Thursday, November 17, 2016

A Question of Time We Don't Have

The last line came with a jolt unexpected from a Guardian article:

At the risk of losing objectiveness but keeping candor, we are fucked.

That from John Abraham, a professor of thermal sciences and a very busy climate monitor.

I admit that after Trump’s election victory, I secretly hoped and even though that his rhetoric was worse than its bite. He only said those crazy things during the campaign to get elected. He wouldn’t really follow through on his plans to completely gut the US commitment to keeping the Earth habitable. Oh how naive we were. Trump’s plan to fill positions in his administration shows things are worse than we could have ever feared.

According to recent reports, Trump has picked long-time climate denier and spokesperson for the fossil fuel industry Myron Ebell to head the Environmental Protection Agency transition. This basically means the EPA will either cease to function or cease to exist. It also appears that the US will pull out of any agreements to limit greenhouse emissions.

It means we have missed our last off-ramp on the road to catastrophic climate change. That may sound hyperbolic, but I study the rate that climate change is happening – the amount of heat accumulating in the Earth’s system. We didn’t have any time to waste in implementing Obama’s aggressive plans, and Trump will result in a decade of time lost.

If there has been one failure worse than all the others in the climate story we get from our mass media, it's been their near total failure to convey the time factor, the urgency in shutting down the fossil energy industry before the window closes on us for good.

Our leaders, Canada's included, act as though we're still in the 80s. That's why so much of their climate change narrative is preposterous, utter fantasy. Trudeau's EnviroMin, Dame Cathy, bleats about holding global warming to just 1.5 degrees Celsius. That's over. We've already locked in 1.5C. The GHG, greenhouse gases, that will propel us through 1.5C are already in the atmosphere and every gigatonne of GHG we emit from here on in will only increase that 1.5C.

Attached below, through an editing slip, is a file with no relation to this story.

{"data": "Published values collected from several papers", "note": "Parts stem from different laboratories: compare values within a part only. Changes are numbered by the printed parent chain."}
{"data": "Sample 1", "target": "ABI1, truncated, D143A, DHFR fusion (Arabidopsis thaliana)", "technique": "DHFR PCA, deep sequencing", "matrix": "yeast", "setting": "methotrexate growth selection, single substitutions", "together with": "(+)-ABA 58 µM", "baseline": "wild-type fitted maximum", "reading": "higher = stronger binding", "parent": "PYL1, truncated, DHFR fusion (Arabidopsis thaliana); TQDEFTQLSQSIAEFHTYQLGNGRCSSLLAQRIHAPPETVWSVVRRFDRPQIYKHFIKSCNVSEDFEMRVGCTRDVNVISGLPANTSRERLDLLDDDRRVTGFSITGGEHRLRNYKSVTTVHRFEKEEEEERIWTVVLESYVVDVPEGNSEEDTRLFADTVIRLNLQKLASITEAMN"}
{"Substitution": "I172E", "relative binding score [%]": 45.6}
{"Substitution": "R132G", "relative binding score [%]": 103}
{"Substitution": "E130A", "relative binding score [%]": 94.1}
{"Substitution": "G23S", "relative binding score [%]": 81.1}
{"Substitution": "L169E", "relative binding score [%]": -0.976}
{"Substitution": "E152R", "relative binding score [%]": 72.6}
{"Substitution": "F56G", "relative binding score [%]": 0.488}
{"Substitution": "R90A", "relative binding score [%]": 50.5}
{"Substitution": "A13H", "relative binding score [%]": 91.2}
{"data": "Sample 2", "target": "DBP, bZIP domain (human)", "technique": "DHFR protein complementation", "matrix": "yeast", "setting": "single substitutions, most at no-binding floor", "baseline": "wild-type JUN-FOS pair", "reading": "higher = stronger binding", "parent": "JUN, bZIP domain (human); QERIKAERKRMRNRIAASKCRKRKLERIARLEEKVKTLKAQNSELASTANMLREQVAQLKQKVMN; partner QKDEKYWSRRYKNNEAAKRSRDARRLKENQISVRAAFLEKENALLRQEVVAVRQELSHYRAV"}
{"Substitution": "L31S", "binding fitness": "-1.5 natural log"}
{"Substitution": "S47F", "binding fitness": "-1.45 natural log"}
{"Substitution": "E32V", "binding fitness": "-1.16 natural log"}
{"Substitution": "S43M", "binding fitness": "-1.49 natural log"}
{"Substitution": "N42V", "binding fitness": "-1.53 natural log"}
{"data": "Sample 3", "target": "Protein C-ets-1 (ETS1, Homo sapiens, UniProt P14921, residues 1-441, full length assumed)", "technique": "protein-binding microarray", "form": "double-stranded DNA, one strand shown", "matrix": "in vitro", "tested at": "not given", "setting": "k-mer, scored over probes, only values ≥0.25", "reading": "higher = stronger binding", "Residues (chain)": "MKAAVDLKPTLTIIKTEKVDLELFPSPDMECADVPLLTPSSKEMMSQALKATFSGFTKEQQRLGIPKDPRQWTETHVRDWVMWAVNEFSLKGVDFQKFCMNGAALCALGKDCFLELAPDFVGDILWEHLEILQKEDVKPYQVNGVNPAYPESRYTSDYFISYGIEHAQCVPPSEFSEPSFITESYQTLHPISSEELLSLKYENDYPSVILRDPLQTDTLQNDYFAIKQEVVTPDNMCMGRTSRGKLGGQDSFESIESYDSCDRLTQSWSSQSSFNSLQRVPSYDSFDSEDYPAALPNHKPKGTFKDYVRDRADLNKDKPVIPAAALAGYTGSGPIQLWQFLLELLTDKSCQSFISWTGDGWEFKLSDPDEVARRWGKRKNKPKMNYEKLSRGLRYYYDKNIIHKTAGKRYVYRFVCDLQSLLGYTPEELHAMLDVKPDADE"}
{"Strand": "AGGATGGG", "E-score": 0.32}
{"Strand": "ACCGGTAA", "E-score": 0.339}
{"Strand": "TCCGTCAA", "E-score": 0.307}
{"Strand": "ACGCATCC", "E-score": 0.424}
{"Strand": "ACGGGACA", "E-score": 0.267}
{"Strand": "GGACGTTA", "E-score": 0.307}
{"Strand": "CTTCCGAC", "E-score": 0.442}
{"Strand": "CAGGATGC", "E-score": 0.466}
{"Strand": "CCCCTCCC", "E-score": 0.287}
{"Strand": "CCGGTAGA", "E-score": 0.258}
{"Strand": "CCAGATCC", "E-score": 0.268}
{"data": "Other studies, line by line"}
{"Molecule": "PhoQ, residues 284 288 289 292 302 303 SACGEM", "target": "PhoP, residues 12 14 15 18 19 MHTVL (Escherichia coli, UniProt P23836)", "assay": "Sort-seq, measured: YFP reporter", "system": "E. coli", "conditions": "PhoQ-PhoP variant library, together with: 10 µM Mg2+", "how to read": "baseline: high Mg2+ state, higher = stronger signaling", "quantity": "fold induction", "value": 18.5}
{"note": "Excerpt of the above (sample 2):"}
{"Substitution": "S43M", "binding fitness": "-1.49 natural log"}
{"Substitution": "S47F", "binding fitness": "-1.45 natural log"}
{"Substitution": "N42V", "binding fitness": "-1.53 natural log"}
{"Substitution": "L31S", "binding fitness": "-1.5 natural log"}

Did I mention that atmospheric CO2 is persistent? It lasts a very long time and just continues warming the atmosphere until it finally dissipates. How long? The stock answer is somewhat more than a hundred years. A recent article in Nature, contends that the lifetime is a few centuries but 25% essentially lasts, and warms, forever.

We all know the line about how, if you want to get out of a hole, the first rule is to stop digging. When it comes to catastrophic climate change, we're already in a very deep and difficult hole and we have to get out fast. But we're still in digging mode and we're making that hole deeper by the day. The deeper we dig this hole the harder it is going to be to get out if we can get out in time. Which is the way you have to start thinking of Canada as a petro-state and our governments, federal and provincial, so insistent on speeding up their shovel work.

Maybe professor Abraham is right. Maybe with Trump headed for the White House we are well and truly fucked. 


Lorne said...

You know, Mound, I often think that were it not for reading blogs like yours, articles from alternative news sources like Alternet and Truthdig, etc., I would not have any sense of urgency about climate change.

The strange thing is that they say many, many people have forsaken conventional sources for their news, so it puzzles me how so many people are still in the dark on this vital issue.

The Mound of Sound said...

I have no answers for the questions you pose, Lorne. As societies, even a global civilization, with unheralded technologies at our fingertips, we seem incapable of communicating effectively on so many critical issues.

What I find most remarkable - and disturbing - is our ability to forget. Information, knowledge emerges that, atop a growing mountain of other corroborative knowledge, should motivate us to action. Instead it gets consigned to the Memory Hole, usually before a week is out. I'm sure there are many plausible explanations for this but I don't know that drawn out debates over causation would accomplish much.

Perhaps the demands required to ensure our survival for another two or three generations has become too much to accept. That has certainly happened at various times throughout history only not on the scale of today with our global civilization.

Dana said...

We're only clever apes once all is said and done. We became very skilled at building things, creating technology and even works of art. But at bottom we're still apes grunting and waving our arms in fascinated, and now terminal, excitement at the shiny thing.